Keep it simple. If there's a lot of hard fat you can trim it down because it doesn't render very well. But some guys don't believe in trimming any fat off at all, whether it's the hard or the soft fat.. It's your choice. I didn't trim any of the soft fat last time and I thought it interfered with bark forming the way I wanted it to. The bark was a bit spongy because of the unrendered fat.

 

Choose a good dry rub whether it's a commercial rub or one you make yourself. I like applying a base coat of yellow mustard to both sides of the brisket and then applying the dry rub on top of that. For brisket I think the best wood pellets (since I use the AMNPS) are either oak or hickory. Oak on its own works incredibly well with brisket but a lot of guy like hickory. You can even mix the two. I prefer to cook everything at 235° but in the MES the controller hops between 235°-250° before if finally settles down to my set point.

 

A 3.75 lb. brisket isn't that large so it's possible--depending on the temp you cook it at--to finish it up in about 8-9 hours. I'd definitely foil it when it hits the stall, which may not last that long in a smaller brisket. Typically you foil when the IT hit 160°. Guys had foil juice to add flavor and to steam and further tenderize the meat. I don't add foil juice anymore since the brisket renders so much fat inside the foil adding extra liquid makes some parts a little mushy to me. I unfoil when it's just about at the finish IT of 200°. Some guys feel the brisket is done anywhere between 185-203° IT. If you can test the texture of the meat at 190-195° where it should slice the way you want it to. I like 200° because there are parts I can slice and parts that are perfect for BBQ pulled beef sandwiches. The higher the IT the more it will pull and the less it will slice, or at least that's my experience. I also like to brush on BBQ sauce after I unfoil just to add to the flavor and the texture of the bark.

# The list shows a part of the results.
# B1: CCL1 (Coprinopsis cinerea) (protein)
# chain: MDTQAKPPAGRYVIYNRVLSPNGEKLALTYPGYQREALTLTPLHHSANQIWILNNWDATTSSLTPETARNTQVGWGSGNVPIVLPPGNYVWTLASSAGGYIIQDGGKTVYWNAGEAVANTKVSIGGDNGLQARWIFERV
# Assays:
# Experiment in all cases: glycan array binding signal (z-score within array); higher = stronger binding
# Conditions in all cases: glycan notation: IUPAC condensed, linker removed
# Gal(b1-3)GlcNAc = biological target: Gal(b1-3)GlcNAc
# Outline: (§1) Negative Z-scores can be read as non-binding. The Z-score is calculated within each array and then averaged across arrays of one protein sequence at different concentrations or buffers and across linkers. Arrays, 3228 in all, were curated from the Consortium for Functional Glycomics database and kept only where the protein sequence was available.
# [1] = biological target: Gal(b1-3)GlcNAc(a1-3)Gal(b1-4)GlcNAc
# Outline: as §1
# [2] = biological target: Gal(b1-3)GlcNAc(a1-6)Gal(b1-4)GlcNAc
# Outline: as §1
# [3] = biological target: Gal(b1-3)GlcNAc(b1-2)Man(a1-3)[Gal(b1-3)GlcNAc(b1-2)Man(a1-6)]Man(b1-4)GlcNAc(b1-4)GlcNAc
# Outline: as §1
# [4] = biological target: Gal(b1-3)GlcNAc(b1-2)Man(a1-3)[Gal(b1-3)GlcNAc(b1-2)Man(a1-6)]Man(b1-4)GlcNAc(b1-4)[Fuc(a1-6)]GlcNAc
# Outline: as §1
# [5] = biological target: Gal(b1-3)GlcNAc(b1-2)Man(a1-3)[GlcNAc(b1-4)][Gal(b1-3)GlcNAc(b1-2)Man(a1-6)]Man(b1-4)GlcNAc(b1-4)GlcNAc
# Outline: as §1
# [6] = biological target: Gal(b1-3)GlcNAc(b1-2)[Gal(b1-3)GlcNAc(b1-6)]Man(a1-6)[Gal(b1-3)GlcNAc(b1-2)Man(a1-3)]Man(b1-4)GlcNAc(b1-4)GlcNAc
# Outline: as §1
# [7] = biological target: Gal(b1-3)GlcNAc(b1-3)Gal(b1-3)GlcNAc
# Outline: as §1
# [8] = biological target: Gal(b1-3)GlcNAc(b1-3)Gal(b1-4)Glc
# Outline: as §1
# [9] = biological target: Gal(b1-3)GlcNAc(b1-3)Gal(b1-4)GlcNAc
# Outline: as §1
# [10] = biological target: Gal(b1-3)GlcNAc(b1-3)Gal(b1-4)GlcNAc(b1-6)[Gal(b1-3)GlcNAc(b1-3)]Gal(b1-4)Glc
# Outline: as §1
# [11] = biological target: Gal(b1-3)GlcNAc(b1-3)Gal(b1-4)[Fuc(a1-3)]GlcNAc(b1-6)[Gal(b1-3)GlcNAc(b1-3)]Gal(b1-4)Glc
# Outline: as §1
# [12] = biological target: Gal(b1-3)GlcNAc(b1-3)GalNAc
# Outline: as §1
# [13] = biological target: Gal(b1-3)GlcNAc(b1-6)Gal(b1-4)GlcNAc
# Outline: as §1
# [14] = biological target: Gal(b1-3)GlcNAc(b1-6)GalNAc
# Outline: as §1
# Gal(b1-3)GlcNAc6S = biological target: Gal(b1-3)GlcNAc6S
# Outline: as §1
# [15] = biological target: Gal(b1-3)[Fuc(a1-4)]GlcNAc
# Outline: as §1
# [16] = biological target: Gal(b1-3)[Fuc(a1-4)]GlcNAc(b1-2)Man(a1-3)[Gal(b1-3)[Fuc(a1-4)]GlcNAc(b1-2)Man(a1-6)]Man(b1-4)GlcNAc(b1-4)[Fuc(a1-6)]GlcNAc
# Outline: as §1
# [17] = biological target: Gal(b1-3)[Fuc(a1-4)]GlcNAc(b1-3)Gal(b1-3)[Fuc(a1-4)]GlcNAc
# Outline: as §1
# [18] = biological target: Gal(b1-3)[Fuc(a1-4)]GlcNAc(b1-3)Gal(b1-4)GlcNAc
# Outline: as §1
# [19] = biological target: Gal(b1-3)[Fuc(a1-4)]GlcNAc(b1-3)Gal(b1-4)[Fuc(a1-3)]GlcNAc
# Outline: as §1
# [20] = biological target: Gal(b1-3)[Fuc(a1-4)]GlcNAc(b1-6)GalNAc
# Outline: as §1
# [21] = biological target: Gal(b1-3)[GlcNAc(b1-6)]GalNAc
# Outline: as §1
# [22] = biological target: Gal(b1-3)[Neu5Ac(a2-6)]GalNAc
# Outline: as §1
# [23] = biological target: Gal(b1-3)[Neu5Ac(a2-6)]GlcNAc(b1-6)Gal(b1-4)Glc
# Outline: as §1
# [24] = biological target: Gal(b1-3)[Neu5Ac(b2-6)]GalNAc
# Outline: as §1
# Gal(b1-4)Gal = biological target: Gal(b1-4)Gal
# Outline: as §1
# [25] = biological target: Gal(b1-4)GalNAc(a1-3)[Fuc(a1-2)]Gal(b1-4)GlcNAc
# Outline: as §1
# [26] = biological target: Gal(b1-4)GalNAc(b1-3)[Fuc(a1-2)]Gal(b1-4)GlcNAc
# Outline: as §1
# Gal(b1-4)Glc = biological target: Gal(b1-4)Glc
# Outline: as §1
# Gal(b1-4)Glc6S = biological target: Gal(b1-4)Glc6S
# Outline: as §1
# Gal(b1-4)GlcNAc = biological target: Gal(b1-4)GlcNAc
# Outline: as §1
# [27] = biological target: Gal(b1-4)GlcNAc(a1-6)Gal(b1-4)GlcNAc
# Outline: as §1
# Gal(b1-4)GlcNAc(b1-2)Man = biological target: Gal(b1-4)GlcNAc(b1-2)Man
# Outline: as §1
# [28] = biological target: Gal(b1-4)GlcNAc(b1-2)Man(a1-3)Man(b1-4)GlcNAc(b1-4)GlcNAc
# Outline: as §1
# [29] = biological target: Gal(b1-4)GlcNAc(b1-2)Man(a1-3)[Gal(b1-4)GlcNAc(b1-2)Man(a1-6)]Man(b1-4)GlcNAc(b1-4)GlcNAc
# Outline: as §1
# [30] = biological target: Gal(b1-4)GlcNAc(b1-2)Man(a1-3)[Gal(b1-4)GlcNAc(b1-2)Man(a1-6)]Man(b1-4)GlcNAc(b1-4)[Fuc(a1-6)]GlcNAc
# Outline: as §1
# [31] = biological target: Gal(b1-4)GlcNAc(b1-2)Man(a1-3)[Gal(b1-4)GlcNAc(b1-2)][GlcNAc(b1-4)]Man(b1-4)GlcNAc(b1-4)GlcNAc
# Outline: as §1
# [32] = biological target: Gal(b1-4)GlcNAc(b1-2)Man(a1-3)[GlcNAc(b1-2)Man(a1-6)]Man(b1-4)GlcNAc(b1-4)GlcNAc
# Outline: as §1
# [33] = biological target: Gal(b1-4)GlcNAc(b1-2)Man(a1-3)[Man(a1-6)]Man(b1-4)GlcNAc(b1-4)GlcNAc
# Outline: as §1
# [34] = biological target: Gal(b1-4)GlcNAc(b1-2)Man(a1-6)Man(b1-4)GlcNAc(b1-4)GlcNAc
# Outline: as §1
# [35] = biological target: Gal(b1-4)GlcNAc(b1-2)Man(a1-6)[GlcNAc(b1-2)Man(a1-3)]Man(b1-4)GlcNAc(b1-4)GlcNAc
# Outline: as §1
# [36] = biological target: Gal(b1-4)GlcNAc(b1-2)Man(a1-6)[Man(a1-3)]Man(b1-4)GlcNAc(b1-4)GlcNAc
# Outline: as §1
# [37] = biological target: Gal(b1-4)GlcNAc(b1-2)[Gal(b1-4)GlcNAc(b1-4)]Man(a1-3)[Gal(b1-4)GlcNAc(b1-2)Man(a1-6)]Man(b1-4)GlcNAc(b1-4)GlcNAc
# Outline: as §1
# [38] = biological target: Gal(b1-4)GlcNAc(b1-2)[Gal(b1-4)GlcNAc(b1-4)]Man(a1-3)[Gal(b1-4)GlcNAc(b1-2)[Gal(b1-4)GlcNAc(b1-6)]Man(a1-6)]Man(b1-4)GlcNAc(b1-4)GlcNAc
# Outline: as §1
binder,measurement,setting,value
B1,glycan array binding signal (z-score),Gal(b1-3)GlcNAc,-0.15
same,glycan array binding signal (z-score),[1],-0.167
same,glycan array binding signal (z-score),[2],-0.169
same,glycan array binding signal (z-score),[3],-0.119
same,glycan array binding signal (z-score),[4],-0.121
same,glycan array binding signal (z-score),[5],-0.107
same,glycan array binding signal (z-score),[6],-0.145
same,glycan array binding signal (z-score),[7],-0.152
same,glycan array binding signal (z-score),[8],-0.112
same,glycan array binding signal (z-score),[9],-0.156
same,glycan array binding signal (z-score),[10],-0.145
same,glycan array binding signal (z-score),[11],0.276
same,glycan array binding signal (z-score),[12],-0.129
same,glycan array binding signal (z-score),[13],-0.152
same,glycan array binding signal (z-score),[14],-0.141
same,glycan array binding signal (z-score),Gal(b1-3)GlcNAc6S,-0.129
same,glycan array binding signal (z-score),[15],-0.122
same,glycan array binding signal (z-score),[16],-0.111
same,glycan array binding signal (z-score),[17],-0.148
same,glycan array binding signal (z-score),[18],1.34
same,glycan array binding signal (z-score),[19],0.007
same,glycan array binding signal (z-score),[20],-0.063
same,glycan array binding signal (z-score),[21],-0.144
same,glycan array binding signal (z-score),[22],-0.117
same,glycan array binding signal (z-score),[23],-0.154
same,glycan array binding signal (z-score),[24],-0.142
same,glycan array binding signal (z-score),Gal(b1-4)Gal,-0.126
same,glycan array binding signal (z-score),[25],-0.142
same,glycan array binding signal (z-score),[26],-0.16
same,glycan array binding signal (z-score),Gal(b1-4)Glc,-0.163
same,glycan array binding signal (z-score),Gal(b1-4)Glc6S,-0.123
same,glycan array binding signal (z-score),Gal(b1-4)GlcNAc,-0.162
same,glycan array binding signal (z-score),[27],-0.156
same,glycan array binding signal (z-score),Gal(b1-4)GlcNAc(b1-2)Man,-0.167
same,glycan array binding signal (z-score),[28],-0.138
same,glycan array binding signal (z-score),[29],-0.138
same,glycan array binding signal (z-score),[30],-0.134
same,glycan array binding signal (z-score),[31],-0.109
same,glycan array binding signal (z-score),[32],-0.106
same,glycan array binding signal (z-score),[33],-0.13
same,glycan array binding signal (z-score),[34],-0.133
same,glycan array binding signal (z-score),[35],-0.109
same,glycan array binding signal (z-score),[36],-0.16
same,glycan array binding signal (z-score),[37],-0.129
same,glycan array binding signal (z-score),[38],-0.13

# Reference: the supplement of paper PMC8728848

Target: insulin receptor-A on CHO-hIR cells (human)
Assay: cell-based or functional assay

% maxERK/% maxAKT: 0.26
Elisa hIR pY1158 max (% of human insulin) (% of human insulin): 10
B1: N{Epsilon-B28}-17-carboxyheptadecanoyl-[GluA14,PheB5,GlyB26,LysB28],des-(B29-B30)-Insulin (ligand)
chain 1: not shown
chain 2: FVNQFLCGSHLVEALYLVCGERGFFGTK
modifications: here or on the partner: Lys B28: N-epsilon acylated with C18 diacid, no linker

If you decide to take the brisket out at 190-195°, I highly recommend you keep it foiled and place it in a cooler with a towel or newspapers over it. It'll keep the brisket warm for hours and further add in the recirculation of juices and flavor throughout the brisket. Bu if you can't wait, just let it rest for 15-30 minutes while tented with foil on a cutting board, then slice and dig in.

 

In fact, I've found with brisket that it may not taste very smoky when it comes out of my MES but if I give it a few hours or a few days the smoke flavor starts to bloom wonderfully. Of course you can apply as much smoke as you want during the cooking process. I learned early on that too much smoke makes meat taste bitter and harsh. I always say smoke should enhance meat and not overpower it.

post #11 of 13
Quote:
Originally Posted by daRicksta View Post
 


I've become very adept at making the brisket you're after in my MES 30 Gen 1. It should turn out ever better in your model.

 

Keep it simple. If there's a lot of hard fat you can trim it down because it doesn't render very well. But some guys don't believe in trimming any fat off at all, whether it's the hard or the soft fat.. It's your choice. I didn't trim any of the soft fat last time and I thought it interfered with bark forming the way I wanted it to. The bark was a bit spongy because of the unrendered fat.

 

Choose a good dry rub whether it's a commercial rub or one you make yourself. I like applying a base coat of yellow mustard to both sides of the brisket and then applying the dry rub on top of that. For brisket I think the best wood pellets (since I use the AMNPS) are either oak or hickory. Oak on its own works incredibly well with brisket but a lot of guy like hickory. You can even mix the two. I prefer to cook everything at 235° but in the MES the controller hops between 235°-250° before if finally settles down to my set point.